Libyan planes bombed government forces in northern Chad again today while Libya continued supplying the rebel forces it backs in the recently recaptured town of Faya Largeau, informed sources here said.
The bombing attacks on the government-held town of Oum Chalouba and the large military buildup of the Libyan-backed forces in Faya Largeau, 220 miles northwest of Oum Chalouba, point to a renewed rebel effort to retake the strategic central town of Abeche.
Despite widespread reports to the contrary, Libyan leader Muammar Qaddafi consistently has denied direct Libyan involvement in Chad's civil war. Interviewed Friday night by ABC News, Qaddafi said "Libya has no military activities in Chad . . . . We don't want to overthrow the government of Chad; we want peace in Chad."
Since the the newest round of fighting in Chad's intermittent civil war began again in late June, the rebel forces of Goukouni Oueddei have captured Faya Largeau and Abeche--and been forced to retreat from both towns by President Hissene Habre's troops.
However, Goukouni's forces recaptured Faya Largeau Wednesday with help from a Libyan armored column that included tanks, said one informed source. The ground assault on the desert outpost, located 500 miles north of here, followed days of reportedly heavy bombing by Libyan combat aircraft. Government officials have said that "several hundred" civilians were killed in the bombings.
Libyan officials said in Tripoli that rebel forces had captured Oum Chalouba and two other towns, Biltene, northeast of Ndjamena, and Koro Toro, 350 miles to the north on the main road leading to the capital, United Press International reported. There was no confirmation of the claim.
By reportedly introducing its tanks and armored cars into the conflict, Libya appears to be increasing the stakes in its drive to put ex-president Goukouni into power.
Qaddafi's apparently renewed military activity follows increased U.S. and French arms supplies to Habre's comparatively weaker forces. The French commitment includes up to 300 paratroop "advisers" and tons of military equipment and rockets. President Reagan has authorized the delivery of $25 million in military aid to the embattled Habre government, plus 30 Redeye antiaircraft missiles. At least some of the missiles have been delivered to Chad, but reportedly have not been used in combat.
Foreign observers here view the reported Libyan bombing of Habre's troops at Oum Chalouba and the influx of new military supplies into Faya Largeau as military moves presaging a new drive to capture Abeche. Oum Chalouba is on the road to Abeche.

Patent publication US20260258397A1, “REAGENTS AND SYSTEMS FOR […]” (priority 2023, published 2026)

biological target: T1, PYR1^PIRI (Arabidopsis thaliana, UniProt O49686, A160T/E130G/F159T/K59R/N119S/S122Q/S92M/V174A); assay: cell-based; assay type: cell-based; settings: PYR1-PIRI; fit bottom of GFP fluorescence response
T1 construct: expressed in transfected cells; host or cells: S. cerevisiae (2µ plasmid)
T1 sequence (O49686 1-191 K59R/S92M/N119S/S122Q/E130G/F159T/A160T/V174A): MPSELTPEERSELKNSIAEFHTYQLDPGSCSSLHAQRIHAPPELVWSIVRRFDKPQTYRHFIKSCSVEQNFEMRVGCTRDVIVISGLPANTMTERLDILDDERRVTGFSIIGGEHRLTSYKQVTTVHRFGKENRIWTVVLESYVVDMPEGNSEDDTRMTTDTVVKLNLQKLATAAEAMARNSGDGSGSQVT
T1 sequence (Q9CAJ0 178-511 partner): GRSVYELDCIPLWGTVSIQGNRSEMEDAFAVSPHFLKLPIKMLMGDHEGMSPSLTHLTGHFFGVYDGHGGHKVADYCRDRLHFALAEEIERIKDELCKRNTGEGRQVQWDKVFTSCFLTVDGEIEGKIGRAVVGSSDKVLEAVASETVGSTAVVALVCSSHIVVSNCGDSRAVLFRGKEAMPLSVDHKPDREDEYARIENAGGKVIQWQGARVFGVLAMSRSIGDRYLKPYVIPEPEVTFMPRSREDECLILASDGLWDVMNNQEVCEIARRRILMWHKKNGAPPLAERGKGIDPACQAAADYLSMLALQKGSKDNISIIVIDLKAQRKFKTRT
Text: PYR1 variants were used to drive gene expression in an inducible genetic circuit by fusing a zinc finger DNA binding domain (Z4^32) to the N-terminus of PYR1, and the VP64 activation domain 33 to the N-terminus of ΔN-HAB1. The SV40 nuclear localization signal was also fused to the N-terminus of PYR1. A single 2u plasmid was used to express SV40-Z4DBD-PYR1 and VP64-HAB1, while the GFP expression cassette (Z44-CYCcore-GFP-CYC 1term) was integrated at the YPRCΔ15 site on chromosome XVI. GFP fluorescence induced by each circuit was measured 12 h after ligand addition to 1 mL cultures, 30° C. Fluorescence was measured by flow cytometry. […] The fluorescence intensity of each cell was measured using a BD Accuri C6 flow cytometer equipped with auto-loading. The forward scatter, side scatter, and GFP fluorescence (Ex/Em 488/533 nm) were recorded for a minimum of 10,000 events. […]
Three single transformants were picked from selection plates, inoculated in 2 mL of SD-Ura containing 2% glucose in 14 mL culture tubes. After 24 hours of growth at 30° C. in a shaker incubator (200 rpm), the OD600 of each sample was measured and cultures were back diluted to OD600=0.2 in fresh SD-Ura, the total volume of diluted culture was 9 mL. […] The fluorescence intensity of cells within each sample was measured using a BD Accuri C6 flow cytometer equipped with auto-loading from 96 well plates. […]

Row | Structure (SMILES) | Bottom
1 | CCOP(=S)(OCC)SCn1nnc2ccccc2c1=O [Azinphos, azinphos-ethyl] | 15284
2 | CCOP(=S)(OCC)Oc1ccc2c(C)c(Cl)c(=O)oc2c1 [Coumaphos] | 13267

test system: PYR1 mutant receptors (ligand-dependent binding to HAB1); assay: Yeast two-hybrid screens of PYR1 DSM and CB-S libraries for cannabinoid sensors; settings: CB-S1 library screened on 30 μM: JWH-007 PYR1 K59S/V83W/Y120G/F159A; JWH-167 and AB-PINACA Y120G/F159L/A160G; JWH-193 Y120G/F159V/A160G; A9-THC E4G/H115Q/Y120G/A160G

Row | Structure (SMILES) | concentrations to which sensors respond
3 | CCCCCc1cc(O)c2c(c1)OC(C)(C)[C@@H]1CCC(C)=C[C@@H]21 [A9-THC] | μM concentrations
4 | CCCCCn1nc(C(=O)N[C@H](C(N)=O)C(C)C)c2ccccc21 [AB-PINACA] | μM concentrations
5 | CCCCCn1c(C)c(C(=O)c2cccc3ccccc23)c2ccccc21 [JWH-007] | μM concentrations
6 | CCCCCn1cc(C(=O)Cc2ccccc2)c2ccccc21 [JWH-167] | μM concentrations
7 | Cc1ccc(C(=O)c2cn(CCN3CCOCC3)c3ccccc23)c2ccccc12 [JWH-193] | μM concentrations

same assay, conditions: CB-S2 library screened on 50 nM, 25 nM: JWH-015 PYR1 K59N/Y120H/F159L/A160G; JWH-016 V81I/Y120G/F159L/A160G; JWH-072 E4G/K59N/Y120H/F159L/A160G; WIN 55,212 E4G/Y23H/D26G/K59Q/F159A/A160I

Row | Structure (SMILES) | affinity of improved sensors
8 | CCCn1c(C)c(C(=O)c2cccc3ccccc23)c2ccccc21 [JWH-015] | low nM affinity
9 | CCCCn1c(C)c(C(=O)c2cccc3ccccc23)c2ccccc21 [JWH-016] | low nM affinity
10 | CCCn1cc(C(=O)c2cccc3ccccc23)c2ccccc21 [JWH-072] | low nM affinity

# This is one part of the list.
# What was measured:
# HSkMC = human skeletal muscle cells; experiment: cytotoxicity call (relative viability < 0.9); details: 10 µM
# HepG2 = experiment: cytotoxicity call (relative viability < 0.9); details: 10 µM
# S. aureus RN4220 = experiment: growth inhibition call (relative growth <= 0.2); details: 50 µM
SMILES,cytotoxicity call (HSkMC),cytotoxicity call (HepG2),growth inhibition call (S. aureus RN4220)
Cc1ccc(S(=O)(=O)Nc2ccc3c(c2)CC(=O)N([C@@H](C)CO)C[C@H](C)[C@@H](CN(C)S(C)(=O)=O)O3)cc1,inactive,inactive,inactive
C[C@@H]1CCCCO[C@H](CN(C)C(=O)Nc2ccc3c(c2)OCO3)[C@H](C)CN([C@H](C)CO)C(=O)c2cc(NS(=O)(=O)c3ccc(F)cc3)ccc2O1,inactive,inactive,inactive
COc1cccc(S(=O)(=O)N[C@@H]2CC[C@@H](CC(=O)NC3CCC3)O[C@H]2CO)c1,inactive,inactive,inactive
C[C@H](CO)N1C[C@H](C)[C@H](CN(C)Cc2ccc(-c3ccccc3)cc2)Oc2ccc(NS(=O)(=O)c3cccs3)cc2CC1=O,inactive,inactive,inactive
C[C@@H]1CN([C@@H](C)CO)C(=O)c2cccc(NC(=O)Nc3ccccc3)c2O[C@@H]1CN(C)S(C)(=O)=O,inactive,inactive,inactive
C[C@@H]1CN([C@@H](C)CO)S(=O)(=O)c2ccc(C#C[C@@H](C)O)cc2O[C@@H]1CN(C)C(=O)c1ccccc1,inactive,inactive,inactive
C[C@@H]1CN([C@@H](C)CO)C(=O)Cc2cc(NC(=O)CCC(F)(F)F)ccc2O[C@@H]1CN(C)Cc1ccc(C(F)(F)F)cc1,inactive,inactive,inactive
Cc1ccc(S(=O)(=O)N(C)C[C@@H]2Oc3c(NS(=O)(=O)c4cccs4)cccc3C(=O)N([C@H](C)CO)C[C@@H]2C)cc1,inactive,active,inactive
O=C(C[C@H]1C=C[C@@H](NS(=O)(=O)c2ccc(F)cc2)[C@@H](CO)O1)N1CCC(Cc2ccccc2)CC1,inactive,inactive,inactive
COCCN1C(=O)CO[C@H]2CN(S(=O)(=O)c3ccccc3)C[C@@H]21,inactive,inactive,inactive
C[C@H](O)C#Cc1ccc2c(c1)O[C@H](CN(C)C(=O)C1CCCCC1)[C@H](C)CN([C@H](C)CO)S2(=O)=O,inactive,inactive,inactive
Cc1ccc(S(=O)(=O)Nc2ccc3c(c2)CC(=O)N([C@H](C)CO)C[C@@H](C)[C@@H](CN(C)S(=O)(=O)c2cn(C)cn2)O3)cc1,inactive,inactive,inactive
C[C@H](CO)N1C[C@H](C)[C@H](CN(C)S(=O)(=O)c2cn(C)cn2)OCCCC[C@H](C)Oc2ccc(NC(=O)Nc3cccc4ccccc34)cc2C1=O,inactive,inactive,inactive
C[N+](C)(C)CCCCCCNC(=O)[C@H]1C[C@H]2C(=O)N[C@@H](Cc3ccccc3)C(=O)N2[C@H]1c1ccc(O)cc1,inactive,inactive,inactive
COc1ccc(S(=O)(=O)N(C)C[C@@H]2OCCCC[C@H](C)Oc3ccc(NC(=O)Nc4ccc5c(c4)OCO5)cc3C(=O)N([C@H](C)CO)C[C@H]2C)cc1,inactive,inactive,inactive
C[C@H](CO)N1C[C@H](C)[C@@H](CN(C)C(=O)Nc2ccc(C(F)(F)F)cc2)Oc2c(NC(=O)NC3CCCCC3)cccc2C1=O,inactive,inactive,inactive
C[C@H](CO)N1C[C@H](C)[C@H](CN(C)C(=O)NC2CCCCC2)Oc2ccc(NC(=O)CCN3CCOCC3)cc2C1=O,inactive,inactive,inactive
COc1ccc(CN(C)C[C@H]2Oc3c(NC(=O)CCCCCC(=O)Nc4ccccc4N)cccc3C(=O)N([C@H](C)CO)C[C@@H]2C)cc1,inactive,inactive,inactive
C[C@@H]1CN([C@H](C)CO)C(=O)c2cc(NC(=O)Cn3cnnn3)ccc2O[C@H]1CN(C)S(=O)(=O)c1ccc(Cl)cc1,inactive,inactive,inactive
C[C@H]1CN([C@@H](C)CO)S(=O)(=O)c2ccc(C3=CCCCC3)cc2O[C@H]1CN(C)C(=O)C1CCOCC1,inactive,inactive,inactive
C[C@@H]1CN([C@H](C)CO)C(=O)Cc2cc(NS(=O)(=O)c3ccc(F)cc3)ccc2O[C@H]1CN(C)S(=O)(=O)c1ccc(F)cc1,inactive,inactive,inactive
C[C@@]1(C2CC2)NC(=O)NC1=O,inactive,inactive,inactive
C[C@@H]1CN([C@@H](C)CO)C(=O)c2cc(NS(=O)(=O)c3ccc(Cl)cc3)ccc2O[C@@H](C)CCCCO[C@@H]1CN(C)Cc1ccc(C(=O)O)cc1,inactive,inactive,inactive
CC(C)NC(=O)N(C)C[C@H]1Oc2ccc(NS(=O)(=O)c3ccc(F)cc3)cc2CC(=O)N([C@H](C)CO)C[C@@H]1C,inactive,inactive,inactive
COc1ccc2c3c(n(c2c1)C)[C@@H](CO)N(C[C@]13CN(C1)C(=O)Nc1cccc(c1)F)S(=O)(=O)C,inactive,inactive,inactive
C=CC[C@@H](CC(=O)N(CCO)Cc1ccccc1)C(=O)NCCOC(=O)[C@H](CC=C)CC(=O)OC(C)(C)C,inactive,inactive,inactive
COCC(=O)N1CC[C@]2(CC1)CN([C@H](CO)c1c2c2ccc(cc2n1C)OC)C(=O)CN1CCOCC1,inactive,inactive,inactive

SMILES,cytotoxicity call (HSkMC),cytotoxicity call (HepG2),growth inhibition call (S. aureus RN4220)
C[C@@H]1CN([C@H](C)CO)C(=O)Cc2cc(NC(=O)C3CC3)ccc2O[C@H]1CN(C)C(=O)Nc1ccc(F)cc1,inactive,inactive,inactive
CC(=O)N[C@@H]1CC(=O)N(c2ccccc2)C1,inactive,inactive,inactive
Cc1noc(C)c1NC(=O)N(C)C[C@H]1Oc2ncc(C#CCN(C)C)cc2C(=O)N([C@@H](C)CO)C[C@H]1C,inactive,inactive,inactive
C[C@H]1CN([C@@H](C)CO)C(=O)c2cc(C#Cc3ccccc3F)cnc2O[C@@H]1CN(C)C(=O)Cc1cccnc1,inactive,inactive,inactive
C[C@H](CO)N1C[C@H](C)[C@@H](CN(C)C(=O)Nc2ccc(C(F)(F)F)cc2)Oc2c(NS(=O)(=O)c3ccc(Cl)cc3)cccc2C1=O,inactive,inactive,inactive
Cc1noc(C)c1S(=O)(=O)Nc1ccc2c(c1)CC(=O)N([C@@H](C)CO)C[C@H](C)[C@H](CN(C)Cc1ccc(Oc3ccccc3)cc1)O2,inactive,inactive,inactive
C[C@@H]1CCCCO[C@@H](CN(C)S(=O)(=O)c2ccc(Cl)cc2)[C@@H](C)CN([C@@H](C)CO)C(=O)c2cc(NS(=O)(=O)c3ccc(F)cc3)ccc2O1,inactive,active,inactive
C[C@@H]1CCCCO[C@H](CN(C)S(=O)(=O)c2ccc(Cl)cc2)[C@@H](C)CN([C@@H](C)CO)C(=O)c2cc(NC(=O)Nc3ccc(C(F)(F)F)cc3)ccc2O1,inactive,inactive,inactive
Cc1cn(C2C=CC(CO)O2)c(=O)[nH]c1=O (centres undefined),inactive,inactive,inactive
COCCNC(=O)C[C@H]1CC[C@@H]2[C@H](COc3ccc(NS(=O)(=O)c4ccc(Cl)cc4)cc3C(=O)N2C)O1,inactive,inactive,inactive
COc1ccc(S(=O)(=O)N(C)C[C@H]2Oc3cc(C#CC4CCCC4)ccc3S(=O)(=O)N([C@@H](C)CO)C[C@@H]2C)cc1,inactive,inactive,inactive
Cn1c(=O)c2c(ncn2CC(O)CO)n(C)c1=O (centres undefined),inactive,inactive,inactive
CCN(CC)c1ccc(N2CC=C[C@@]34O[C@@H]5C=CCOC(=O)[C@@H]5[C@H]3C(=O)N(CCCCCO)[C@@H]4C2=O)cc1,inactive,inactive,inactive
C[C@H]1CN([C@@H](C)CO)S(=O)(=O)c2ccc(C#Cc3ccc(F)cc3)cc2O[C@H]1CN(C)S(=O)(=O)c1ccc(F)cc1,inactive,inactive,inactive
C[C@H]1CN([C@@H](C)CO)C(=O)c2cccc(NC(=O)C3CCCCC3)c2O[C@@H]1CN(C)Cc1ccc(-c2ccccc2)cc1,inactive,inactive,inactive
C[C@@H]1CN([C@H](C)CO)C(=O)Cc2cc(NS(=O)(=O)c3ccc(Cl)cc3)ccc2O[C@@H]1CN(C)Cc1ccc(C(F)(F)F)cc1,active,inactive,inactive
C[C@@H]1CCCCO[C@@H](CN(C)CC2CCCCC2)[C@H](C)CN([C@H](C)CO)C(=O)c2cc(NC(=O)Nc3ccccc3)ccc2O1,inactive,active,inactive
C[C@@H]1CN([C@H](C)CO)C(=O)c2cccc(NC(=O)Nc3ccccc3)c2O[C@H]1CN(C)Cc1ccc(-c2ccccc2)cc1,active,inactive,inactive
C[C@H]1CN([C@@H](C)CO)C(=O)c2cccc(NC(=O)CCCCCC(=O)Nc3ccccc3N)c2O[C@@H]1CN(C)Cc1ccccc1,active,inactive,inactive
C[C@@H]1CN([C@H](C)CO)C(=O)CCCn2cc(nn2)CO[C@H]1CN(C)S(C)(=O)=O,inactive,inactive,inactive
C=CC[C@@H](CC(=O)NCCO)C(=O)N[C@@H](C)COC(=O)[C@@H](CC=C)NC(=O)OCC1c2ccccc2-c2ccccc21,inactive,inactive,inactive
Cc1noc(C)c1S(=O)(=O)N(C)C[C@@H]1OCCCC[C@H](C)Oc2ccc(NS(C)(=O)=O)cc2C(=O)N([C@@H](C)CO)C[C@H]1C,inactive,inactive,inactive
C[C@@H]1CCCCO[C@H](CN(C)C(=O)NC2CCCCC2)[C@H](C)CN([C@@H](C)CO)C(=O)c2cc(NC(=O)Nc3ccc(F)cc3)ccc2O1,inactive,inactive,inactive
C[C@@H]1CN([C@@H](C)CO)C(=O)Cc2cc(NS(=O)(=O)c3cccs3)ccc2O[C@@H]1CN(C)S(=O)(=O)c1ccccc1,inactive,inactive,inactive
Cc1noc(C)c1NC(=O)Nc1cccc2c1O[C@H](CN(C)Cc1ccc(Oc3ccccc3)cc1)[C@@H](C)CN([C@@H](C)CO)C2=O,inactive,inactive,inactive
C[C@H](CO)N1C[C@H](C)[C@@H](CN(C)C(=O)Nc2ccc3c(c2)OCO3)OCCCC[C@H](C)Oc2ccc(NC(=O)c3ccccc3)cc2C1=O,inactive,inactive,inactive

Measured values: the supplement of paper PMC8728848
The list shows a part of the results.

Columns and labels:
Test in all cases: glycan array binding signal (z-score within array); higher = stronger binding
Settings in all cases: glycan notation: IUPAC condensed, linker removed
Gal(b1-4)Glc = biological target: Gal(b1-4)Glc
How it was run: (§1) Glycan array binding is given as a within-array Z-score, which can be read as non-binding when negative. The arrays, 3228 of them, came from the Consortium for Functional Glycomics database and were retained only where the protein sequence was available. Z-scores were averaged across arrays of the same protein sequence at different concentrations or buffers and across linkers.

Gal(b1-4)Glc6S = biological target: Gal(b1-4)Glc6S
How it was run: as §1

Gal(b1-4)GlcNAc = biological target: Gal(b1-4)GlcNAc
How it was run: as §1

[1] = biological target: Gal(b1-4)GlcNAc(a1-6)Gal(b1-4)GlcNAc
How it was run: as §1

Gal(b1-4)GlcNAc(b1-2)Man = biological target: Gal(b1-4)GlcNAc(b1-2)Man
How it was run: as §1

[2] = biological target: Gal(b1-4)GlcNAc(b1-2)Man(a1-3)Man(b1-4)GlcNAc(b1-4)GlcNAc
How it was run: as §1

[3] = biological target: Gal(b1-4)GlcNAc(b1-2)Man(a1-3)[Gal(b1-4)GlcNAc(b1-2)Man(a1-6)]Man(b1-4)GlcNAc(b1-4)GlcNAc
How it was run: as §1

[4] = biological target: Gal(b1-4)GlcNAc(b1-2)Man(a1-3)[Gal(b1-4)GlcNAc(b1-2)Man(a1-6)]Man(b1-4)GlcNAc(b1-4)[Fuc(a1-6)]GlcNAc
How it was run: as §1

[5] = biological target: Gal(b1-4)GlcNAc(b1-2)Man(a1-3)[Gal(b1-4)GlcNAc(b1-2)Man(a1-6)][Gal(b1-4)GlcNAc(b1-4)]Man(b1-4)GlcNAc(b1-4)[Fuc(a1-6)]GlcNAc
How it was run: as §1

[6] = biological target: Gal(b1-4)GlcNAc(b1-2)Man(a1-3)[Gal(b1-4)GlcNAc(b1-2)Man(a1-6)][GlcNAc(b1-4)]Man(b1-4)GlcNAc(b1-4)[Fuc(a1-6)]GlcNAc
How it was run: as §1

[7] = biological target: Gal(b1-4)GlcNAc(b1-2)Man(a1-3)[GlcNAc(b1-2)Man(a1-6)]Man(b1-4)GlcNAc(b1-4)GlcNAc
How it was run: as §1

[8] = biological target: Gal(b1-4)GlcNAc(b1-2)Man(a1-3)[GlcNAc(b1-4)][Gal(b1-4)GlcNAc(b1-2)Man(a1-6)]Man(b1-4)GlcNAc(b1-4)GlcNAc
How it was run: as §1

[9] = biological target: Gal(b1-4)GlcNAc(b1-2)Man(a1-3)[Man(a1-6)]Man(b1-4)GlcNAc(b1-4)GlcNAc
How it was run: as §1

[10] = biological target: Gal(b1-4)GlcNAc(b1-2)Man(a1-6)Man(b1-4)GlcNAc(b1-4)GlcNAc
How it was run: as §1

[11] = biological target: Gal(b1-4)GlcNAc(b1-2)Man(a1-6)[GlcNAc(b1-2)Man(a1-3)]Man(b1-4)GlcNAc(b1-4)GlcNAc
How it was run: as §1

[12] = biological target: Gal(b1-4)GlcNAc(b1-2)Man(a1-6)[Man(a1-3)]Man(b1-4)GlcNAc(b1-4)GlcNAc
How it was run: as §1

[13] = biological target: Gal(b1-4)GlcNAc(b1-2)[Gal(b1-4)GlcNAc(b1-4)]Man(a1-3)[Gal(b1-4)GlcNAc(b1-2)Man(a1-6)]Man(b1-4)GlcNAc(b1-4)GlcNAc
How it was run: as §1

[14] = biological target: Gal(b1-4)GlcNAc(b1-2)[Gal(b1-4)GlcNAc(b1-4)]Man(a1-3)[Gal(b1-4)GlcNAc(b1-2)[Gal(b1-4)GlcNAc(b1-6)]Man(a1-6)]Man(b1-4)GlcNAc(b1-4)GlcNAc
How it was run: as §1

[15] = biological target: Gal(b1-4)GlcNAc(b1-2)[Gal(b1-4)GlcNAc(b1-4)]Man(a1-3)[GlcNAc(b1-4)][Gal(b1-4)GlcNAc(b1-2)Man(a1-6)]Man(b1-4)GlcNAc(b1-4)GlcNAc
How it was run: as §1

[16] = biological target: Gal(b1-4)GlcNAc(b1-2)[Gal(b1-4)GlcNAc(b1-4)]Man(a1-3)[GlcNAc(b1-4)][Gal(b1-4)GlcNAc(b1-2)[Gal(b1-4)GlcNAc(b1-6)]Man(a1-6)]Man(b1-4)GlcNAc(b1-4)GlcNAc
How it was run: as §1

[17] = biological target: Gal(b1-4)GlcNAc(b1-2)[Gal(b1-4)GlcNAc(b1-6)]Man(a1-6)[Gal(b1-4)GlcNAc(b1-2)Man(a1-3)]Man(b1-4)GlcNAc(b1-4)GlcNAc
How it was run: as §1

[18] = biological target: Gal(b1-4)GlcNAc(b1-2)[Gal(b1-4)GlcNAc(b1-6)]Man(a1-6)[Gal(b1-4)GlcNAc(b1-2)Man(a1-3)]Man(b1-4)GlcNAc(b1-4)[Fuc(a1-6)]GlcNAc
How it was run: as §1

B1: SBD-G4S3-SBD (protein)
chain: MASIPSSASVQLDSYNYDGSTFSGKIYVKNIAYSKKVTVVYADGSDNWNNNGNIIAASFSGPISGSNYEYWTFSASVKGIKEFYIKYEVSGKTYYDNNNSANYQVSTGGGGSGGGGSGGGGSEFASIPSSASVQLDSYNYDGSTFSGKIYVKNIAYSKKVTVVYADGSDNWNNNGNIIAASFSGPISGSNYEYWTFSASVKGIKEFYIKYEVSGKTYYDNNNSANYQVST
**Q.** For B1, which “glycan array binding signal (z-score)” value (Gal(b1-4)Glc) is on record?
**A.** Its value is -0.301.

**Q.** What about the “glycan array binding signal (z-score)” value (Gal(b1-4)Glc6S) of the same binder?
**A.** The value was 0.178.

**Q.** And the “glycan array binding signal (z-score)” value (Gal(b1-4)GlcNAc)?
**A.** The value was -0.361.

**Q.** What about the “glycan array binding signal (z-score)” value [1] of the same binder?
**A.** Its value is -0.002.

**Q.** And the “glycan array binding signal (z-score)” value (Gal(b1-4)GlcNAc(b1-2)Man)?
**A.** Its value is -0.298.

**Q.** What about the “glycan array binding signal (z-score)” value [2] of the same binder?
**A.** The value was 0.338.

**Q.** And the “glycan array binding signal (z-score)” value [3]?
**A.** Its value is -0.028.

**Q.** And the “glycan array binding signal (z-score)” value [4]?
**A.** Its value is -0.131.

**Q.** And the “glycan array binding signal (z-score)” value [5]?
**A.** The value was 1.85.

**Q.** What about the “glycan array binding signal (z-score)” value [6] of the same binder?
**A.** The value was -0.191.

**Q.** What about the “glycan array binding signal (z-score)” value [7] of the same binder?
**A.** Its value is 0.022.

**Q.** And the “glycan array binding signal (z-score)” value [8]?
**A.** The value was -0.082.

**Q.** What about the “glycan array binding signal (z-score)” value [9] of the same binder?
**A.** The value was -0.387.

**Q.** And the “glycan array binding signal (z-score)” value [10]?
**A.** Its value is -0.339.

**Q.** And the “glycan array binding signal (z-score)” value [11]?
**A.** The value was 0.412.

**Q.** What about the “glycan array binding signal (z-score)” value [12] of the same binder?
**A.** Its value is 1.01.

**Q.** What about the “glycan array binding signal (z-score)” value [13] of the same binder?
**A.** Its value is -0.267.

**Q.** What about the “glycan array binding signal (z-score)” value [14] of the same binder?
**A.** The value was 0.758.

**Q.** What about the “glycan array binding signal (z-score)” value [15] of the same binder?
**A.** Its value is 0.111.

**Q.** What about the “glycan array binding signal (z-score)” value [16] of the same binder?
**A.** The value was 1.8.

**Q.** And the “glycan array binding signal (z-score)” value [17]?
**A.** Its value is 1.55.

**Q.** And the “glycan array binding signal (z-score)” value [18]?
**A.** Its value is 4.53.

Foreign observers here say the fall of Abeche could allow Libyan armored columns to move from Faya Largeau and Abeche toward Ndjamena, Chad's capital.
Although France has dispatched a unit of paratroopers to Chad and continues to send military supplies to the government forces, it is unclear whether President Francois Mitterrand will go any further to save the embattled Habre government.
A 1976 defense treaty between the two countries calls only for arms and logistical support. However, during the past few days Habre has renewed his call for France to directly intervene with combat aircraft and troops, if necessary.
President Reagan has already said he will not directly intervene in Chad and considers the former French colony to be within the French sphere of influence and responsibility.
However, for strategic reasons the United States would like to stop Qaddafi from gaining a foothold in Chad. U.S. officials fear that a Libyan presence in Chad would aid Qaddafi's continuing efforts to destabilize U.S. allies Egypt and Sudan.
The United States relies heavily on Egypt and Sudan as bases for its Rapid Deployment Force. This month, in fact, American armed forces are holding joint military maneuvers with Egypt, Sudan and Somalia.
France has been at odds with Qaddafi for a decade over the latter's efforts to destabilize the governments of several former French colonies in the region, including Niger and the Central African Republic. Cameroon and Nigeria also are worried about Qaddafi's intentions in the region. All four countries share borders with Chad.
Qaddafi wants to create a revolutionary, pan-Islamic empire in northern Africa led by Libya. Qaddafi's Soviet-supplied arsenal includes about 3,000 tanks including modern T72s, 550 combat jets and 30 armed helicopters--all bought with Libya's oil income.